The animation studio in charge of the show here, Rainmaker Entertainment, is a company that while most of you probably don’t know by name, you definitely know their work. These guys were among the first real utilizers of CGI on television, giving us shows like ReBoot and Beast Wars: Transformers before mainly working on Barbie tie-ins up until the present day. To put this into perspective, their pedigree is basically built on desperately trying to work past the then-contemporary limitations of computer graphics technology; dated is being generous when referring to their early work. With this production, however, the only aspect that honestly feels/looks dated are the jokes about texting and tweeting, and that’s only because you can literally see the jokes aging right before your eyes. Then again, that’s annoying but it doesn’t detract from the film too much overall. In terms of graphical fidelity, they manage to pin down the visual style of the game, albeit at a higher resolution, and fill it with enough detailing, open space and appropriate blocking to make it cinema-grade.

Even taking into account how this is essentially a reworking of the plot of the first game, which most fans could probably recite to you word-for-word, this is an incredibly predictable and thin plot. In fact, not only is it thin but it’s not even a story about Ratchet or Clank, as far more development is put into the character arc of Captain Qwark. Now, I do kind of understand why they did this: Qwark is ultimately a more entertaining character and R&C 3: Up Your Arsenal (see what I mean about that lack of shame?) gave heaps of development to Qwark and that story was actually pretty cool.

However, it doesn’t so much here because him and Ratchet are essentially given the exact same character path: Dealing with the celebrity of being a hero. Once again, that fits in perfectly with Qwark, but Ratchet? The guy whose running joke is that he never gets the credit he deserves, and the closest he got was having Clank be celebrated instead of him? Copy or no copy, that just doesn’t sit right. Now, you’re probably wondering why I’m spending so much time commenting on fanboy gripes with the film rather than giving it my usual disconnected overview. Well, put simply, this is very much a film meant for the fans and pretty much no one else. It’ll often use series in-jokes like the Sheepinator as plot convenience which, unless you’re the kind of person who can get a kick out of those jokes because you know the source material, will probably annoy most audiences.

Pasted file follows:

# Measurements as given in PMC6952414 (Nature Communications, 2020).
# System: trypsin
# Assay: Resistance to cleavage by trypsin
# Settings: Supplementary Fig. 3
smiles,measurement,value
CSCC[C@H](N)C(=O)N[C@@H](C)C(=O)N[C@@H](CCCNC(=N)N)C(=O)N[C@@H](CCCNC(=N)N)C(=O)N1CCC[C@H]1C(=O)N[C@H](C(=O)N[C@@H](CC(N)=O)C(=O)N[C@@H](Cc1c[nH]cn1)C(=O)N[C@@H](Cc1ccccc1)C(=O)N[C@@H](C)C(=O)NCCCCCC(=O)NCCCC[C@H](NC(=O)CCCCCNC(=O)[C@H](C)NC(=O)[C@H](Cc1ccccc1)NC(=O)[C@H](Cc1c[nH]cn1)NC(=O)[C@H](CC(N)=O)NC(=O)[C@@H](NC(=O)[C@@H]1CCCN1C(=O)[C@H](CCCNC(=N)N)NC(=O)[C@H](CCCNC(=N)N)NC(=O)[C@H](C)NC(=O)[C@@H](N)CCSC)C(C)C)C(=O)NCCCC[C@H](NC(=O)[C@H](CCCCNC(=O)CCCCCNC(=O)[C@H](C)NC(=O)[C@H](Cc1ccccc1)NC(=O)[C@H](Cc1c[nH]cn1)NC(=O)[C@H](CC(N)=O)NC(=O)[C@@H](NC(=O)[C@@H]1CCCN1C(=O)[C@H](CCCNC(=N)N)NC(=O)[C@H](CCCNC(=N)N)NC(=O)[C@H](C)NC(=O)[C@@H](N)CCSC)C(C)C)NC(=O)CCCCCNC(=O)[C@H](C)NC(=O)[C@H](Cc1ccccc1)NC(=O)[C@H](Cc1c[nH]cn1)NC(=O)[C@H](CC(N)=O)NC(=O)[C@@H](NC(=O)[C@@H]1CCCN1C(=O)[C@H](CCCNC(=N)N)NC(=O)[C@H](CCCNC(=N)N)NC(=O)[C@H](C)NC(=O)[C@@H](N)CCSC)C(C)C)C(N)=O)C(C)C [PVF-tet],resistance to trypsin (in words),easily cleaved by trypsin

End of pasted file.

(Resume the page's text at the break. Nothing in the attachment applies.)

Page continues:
All in all, this is a local film for local people, there’s nothing for you here. I mean, this is a film with a post-credits scene solely to reference a recurring joke from the games about plumber’s crack; unless you’re a serious fan of the series, chances are that this film won’t do anything for you. While I give kudos for the voice acting (save for Giamatti, who turns a cool villain into a whiny annoyance) and the well-realized visuals, its limp story, stretches of weak writing and numerous unfavourable changes made from the source material make this difficult to like, as fun and harmless as it is.